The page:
Law Society of Kenya sues top UK human rights firm

Leigh Day is facing allegations of 'fraudulently' inflating a compensation bill in the run-up to last year's agreement by the British Foreign Office to pay £19.9 m in a settlement compensation over the Mau Mau uprising.

Kenya PHOTOCREO Michal Bednarek

Leigh Day had sued the UK government on behalf of 5,228 former insurgents who rebelled against British rule in the 1950s and claimed that they had been tortured by British soldiers. The  law firm received £6.6m in fees. The Law Society of Kenya, understood to be acting for people who received no compensation despite claiming to be victims, will be making its case in a hearing in November. The chief executive, Apollo Mboya, of the Law Society said: ‘We need to know who Leigh Day’s clients were and who the compensation was paid to, because people are complaining to us that they have not received the compensation they expected.’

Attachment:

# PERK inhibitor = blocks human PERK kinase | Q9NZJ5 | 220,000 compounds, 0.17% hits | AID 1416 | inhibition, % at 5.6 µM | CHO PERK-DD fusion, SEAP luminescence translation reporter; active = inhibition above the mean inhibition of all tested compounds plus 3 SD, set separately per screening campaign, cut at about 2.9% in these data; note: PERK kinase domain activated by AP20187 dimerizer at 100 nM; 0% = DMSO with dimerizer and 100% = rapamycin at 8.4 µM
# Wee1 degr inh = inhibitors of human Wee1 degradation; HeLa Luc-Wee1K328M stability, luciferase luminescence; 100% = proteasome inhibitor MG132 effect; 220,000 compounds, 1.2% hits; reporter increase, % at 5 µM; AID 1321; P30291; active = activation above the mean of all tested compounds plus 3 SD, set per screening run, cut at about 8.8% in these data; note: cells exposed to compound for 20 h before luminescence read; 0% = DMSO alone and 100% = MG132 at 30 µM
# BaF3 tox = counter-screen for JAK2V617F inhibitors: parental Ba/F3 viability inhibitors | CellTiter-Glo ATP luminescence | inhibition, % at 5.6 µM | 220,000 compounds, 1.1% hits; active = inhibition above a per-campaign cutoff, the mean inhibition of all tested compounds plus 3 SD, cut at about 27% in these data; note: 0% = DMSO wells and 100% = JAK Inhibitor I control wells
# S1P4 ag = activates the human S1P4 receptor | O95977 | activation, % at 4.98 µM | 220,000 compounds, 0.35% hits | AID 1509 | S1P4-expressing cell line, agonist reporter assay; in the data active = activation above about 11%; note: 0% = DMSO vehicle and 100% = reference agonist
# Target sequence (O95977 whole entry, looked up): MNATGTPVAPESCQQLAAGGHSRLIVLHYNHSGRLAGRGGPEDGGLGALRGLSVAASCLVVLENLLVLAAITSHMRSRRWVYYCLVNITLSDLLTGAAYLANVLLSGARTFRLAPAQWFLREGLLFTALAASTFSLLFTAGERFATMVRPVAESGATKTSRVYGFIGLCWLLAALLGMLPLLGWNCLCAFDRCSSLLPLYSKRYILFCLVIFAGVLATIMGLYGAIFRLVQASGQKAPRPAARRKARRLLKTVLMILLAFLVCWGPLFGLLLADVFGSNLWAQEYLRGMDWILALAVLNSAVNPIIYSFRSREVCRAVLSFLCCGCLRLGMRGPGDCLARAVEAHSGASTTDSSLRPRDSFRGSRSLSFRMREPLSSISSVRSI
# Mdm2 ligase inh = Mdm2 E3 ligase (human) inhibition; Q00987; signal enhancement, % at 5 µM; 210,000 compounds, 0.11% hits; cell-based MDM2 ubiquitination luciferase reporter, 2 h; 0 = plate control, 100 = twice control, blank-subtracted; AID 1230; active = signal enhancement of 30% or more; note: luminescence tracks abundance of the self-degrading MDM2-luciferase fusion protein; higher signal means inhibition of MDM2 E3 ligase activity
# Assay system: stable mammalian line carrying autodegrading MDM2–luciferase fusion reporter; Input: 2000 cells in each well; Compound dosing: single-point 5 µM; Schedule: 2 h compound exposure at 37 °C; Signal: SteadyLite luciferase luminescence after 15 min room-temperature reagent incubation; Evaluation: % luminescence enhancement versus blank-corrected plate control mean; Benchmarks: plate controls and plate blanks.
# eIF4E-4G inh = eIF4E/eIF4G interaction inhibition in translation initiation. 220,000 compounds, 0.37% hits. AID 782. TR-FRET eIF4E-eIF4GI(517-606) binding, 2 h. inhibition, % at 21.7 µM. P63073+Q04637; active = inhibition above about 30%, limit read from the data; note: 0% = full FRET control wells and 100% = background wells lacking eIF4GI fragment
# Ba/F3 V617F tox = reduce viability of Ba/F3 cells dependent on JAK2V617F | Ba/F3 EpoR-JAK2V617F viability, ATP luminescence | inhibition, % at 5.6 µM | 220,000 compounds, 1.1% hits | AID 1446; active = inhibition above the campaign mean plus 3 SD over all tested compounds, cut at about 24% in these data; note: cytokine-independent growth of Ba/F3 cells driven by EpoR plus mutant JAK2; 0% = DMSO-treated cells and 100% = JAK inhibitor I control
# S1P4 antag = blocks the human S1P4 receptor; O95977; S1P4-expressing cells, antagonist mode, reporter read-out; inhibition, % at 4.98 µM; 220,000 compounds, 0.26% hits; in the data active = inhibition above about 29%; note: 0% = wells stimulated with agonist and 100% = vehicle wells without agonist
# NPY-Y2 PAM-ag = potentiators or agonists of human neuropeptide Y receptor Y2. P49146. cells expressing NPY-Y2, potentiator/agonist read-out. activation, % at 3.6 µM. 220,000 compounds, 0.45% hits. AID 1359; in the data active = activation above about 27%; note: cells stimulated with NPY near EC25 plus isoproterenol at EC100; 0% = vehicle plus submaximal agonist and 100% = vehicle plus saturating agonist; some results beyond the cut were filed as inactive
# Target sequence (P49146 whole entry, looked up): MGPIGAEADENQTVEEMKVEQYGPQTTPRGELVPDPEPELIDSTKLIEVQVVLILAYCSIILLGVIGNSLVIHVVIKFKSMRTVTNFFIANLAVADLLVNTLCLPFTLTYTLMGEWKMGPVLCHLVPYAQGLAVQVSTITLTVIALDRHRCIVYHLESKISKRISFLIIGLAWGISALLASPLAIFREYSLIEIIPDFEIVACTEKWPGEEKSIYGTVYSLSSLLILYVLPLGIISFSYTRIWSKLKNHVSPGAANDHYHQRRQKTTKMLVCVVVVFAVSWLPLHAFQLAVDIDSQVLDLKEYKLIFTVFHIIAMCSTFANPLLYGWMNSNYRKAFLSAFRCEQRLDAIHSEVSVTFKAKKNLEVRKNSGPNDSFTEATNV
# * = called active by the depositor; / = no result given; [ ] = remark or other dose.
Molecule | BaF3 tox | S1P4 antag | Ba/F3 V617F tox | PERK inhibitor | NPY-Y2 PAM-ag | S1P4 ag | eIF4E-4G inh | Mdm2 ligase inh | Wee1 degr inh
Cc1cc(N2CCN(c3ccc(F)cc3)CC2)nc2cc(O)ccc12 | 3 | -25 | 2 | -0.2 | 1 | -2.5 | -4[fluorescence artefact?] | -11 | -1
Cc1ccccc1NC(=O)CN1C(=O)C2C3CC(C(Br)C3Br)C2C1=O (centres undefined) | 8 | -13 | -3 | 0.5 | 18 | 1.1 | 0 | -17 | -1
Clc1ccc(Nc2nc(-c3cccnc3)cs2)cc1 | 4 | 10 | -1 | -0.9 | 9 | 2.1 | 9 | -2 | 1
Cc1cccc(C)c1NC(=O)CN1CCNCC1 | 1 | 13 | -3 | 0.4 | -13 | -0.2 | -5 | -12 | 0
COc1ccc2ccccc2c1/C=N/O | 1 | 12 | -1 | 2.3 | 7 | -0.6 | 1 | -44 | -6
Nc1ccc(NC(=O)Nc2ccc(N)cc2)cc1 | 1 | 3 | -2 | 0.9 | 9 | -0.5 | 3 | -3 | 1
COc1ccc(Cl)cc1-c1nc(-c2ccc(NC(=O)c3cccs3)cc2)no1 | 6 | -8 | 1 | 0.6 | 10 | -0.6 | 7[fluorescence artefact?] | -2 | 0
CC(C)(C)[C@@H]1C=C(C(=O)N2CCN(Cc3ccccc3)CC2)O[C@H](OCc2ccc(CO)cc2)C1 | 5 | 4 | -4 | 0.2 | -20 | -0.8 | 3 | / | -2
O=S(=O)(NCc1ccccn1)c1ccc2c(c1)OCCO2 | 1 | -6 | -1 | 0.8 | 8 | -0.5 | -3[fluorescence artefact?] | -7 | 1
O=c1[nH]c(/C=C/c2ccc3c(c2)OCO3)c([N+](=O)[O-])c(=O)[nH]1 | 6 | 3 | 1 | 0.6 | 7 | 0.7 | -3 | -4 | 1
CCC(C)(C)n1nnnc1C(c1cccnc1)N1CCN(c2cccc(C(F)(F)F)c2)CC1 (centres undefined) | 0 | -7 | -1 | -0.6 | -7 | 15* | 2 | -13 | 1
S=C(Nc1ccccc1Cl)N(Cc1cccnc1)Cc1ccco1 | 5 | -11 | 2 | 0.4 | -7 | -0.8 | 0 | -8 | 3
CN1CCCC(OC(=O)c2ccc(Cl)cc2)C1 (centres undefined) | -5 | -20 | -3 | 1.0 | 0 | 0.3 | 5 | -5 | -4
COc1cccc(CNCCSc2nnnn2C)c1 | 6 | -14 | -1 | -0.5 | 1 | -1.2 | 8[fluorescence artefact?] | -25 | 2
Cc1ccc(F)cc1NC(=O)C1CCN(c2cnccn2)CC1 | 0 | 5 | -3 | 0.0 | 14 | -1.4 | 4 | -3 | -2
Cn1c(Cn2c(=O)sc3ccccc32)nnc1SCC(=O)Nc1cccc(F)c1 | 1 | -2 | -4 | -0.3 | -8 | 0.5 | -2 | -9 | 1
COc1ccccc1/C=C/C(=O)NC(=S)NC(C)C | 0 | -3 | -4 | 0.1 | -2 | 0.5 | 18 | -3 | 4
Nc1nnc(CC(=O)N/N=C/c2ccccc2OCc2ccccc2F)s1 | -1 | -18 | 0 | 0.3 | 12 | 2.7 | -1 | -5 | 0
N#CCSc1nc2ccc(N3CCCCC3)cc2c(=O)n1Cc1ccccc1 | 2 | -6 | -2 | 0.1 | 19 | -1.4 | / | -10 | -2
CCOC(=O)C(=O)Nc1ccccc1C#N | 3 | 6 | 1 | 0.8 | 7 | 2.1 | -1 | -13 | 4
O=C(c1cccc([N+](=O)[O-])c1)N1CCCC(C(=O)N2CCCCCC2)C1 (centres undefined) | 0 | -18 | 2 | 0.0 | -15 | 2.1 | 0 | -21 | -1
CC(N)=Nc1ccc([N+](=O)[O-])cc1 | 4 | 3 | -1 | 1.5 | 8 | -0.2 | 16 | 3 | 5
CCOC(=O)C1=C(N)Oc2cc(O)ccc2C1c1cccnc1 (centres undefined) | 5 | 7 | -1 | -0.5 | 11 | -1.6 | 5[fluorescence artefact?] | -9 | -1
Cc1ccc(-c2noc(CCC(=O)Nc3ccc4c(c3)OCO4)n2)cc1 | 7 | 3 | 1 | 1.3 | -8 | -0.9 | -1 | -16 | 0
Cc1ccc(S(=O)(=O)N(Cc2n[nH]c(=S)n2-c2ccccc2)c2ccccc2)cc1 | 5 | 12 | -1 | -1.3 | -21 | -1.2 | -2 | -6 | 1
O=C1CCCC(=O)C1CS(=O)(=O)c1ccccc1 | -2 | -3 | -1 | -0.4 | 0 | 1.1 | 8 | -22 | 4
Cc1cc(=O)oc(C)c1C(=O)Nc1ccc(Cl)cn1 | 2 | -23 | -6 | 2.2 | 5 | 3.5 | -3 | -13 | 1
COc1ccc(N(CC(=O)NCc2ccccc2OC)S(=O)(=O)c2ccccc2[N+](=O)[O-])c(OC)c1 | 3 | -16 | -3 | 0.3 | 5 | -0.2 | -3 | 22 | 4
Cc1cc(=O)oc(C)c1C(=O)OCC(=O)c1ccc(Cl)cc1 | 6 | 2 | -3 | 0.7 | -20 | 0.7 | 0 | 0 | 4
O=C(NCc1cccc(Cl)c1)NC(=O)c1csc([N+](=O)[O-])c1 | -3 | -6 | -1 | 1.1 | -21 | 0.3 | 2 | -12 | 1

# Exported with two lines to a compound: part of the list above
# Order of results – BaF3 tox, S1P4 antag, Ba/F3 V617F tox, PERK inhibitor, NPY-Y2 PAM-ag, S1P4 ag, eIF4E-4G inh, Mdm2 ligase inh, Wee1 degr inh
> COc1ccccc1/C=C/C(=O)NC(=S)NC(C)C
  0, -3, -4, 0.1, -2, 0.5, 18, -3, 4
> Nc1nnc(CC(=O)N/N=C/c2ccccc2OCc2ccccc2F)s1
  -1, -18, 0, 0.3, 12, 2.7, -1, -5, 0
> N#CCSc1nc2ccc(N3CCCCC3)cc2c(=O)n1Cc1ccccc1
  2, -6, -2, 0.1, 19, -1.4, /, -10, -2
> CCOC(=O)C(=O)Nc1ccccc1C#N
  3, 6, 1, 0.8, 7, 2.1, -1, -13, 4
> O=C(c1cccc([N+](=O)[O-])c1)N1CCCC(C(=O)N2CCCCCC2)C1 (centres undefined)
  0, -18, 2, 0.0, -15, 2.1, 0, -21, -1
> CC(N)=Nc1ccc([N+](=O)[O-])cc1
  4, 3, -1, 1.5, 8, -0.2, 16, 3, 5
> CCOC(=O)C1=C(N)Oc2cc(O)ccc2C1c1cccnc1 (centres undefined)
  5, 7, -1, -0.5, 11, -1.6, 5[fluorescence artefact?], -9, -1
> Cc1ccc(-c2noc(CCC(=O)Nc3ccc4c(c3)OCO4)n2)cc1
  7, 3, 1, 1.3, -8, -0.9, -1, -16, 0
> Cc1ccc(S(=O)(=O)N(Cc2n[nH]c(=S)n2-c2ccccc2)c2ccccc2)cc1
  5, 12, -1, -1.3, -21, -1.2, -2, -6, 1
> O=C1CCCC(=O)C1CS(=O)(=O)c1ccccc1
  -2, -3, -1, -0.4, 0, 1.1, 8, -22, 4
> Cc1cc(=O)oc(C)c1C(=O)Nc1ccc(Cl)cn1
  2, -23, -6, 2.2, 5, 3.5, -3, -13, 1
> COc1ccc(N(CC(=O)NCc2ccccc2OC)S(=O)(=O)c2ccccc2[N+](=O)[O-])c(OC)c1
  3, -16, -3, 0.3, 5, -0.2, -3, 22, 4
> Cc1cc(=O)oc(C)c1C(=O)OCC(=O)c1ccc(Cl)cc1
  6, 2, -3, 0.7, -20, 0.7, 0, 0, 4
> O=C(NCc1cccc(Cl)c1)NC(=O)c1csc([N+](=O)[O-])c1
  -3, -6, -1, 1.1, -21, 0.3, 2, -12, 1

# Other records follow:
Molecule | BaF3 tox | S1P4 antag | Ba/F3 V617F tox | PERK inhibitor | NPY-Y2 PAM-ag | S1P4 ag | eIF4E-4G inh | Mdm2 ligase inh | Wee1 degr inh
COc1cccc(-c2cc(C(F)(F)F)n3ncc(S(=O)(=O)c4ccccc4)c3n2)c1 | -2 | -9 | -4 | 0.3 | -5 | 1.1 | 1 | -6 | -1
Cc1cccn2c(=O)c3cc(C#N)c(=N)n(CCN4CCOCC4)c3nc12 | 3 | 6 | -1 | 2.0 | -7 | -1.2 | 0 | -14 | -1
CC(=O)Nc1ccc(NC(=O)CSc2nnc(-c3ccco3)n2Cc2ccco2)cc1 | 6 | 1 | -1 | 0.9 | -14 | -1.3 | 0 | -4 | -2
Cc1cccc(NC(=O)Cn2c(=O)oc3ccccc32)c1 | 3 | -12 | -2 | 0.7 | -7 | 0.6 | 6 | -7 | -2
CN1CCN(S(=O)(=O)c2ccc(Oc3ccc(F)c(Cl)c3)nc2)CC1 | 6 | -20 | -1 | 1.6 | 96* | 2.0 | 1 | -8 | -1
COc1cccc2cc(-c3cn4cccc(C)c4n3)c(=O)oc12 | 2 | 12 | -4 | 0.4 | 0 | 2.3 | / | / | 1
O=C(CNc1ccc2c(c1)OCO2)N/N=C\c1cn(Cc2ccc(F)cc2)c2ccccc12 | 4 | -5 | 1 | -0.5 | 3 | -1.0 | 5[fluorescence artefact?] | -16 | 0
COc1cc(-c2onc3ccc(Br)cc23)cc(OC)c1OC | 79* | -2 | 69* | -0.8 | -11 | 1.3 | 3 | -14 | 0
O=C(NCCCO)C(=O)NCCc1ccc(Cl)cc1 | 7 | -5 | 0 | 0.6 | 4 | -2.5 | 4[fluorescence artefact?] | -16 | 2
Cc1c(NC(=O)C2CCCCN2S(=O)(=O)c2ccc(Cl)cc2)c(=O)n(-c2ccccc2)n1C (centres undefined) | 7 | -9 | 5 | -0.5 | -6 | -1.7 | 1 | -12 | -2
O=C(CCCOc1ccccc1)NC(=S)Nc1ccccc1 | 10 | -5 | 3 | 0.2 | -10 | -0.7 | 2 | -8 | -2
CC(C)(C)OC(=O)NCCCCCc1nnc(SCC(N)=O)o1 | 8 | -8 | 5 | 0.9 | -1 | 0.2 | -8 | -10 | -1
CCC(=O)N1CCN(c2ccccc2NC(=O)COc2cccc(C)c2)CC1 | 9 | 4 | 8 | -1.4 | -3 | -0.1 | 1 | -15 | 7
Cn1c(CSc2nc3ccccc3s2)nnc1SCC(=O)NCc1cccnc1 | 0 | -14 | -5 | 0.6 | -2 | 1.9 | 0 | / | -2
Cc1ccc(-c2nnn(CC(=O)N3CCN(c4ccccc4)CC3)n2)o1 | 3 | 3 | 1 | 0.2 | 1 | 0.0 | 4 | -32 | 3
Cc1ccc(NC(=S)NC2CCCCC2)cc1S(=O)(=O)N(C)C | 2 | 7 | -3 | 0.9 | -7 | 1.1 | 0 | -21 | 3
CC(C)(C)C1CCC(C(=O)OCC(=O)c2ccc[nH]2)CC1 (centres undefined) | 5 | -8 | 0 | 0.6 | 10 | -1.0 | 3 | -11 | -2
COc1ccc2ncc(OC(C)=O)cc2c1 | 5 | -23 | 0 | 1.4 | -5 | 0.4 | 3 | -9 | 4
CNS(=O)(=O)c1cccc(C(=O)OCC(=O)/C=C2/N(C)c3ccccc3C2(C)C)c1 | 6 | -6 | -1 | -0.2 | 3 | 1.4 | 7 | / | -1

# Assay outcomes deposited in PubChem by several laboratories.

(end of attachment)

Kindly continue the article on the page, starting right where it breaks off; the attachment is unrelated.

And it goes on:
Dan Leader, who led the Leigh Day team, said: ‘This is nonsense from start to finish. There is not a shred of truth to it. Any notion that British taxpayers’ money did not go to the right place is utterly wrong. Not one penny of the damages went to pay our costs. They were paid for by the defendant [the British Government]. The victims we represented did not want their names disclosed for fear of being harassed by rival Mau Mau groups.’ Source: The Telegraph

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